I Tatti/DHI Rom Joint Fellowship for African Studies

Illuminated Gospel late 14th–early 15th century, Amhara peoples (detail)

I Tatti – The Harvard University Center for Italian Renaissance Studies and the German Historical Institute in Rome (Deutsches Historisches Institut in Rom) offer a joint residential fellowship for the 2021-2022 academic year. With this fellowship, I Tatti and the DHI Rom seek to stimulate and support increased scholarship on cultural exchange with and within the African continent during the period c. 1250-1750 by creating and promoting opportunities for cross-disciplinary collaboration, particularly between scholars from African regions and those working in European and North American institutions. The fellowship offers post-doctoral scholars working on African studies (or topics that closely consider Africa) a ten-month position to conduct historical research in Italy supported by two institutes with dynamic academic communities.

Fellows will spend five months (September 1, 2021 – January 30, 2022) in Rome at the DHI and five months (February 1 – June 30, 2022) in Florence at I Tatti. The fellowship is designed for scholars in fields related to the study of precolonial and colonial African history c. 1250-1750, including art history, the history of expressive cultures, musicology, economic history, intellectual, political, and religious history, as well as literature and languages. Preference will be given to advanced research projects that address the relationship between the African continent and the Mediterranean world during the early modern period, broadly understood historically to include the period from the 14th through the 17th centuries. 

Eligibility

We welcome applications from scholars of all nationalities. Special consideration will be given to scholars from the African continent. Applicants must have their PhD certificate in hand by the time they apply and will be asked to upload a scan of it when submitting their application. (If the certificate is not in English, please include a translation.) Applicants must be fluent in English, Italian, German, or French, and proficient in an additional one of these languages. Each successful candidate must be approved by both institutions. It must be possible for Fellows to carry out most of their research with the resources available in the city where they are resident. The Fellow will be expected to carry out original research on the topic for which they have been awarded their fellowship. Priority will be given to applicants with no previous association with the two institutes.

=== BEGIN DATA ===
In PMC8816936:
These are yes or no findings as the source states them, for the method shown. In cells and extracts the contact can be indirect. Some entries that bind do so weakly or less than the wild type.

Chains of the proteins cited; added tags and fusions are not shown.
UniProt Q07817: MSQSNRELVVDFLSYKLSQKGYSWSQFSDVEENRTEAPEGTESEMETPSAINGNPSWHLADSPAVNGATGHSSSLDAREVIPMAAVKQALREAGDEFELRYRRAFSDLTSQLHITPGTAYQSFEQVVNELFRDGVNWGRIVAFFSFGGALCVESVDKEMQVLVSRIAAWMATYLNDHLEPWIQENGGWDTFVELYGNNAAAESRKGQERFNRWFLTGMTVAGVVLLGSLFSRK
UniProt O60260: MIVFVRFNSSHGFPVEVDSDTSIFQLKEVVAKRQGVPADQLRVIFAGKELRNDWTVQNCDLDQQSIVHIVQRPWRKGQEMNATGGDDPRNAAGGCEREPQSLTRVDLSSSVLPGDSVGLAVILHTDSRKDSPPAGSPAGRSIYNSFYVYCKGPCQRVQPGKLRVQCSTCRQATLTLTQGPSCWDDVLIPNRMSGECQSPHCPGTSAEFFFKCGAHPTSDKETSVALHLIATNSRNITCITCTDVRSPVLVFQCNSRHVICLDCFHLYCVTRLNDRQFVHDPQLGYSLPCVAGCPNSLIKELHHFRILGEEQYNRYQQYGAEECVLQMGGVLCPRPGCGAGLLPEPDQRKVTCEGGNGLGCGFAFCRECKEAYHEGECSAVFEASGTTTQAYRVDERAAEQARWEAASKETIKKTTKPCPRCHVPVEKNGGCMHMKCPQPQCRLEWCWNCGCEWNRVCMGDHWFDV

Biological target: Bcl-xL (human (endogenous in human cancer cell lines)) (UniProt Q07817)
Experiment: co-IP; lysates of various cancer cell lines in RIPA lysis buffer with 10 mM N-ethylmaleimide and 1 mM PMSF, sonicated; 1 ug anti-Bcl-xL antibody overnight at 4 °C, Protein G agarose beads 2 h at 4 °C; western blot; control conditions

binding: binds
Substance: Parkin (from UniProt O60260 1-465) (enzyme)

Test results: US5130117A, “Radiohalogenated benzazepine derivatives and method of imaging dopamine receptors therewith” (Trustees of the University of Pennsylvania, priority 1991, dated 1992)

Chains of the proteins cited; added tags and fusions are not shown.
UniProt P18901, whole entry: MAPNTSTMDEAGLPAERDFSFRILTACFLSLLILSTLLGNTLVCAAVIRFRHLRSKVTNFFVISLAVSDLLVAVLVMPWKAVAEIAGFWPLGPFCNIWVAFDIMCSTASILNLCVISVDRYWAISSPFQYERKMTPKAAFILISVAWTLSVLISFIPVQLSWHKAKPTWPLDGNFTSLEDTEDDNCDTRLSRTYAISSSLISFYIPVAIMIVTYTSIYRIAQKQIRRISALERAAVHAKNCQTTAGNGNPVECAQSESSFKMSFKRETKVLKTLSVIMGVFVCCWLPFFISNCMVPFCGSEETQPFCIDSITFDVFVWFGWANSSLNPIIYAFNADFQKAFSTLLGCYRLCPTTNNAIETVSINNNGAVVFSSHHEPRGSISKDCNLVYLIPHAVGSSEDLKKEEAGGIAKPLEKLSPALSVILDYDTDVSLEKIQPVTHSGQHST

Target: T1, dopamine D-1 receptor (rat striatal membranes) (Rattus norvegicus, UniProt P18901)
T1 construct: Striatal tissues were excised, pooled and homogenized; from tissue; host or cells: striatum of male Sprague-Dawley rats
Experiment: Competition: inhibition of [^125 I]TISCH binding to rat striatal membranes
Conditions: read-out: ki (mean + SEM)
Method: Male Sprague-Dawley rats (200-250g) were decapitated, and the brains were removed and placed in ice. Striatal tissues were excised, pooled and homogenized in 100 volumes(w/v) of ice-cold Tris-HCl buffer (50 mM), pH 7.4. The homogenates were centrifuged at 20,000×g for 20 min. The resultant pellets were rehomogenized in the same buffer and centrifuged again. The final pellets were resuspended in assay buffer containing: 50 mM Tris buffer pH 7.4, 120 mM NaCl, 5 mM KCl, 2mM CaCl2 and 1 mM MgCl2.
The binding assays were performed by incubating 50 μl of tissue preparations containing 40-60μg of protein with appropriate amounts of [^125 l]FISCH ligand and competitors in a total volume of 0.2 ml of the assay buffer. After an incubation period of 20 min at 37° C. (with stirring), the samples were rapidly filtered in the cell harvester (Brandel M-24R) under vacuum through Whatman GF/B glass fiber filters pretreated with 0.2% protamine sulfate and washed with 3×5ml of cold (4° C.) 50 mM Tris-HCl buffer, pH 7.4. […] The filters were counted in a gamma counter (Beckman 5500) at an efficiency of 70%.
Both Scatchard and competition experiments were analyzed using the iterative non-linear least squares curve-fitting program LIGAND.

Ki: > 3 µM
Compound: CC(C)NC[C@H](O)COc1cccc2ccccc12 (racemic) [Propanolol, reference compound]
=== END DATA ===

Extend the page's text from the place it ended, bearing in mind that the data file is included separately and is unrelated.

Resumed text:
Terms and details relating to the DHI

  • Fellows will spend five months at the DHI Rom (September 2021 – January 2022).
  • Fellows are required to spend their research period in Rome except for research-related trips, and to participate in and contribute to the activities of the DHI Rom.
  • The Fellowship may not be held concurrently with another fellowship or award.
  • The Fellow is responsible for obtaining health coverage with an Accident and Health insurance policy.
  • The Fellow is responsible for obtaining a visa, permesso di soggiorno, and health coverage (and, if appropriate, for accompanying family members). The Fellow must determine if a visa is required and, if necessary, obtain one before travel.
  • The Fellow must determine if a visa is required and, if necessary, obtain one before travel.
  • Fellows are given a space to work within the DHI for the duration of their stay.
  • Fellows enjoy the use of the DHI library, archive, and collections.
  • The stipend is Euro 2,500 per month, plus a monthly supplement of Euro 1,000 to offset rental costs.

Terms and details relating to Villa I Tatti

  • Fellows will spend five months at I Tatti (February – June 2022), made possible by a generous grant from The Lila Wallace – Reader’s Digest Fund.
  • Fellows may not take on any other obligations such as teaching positions, even part-time ones, during any part of their fellowship period.
  • The Fellowship may not be held concurrently with another fellowship or award.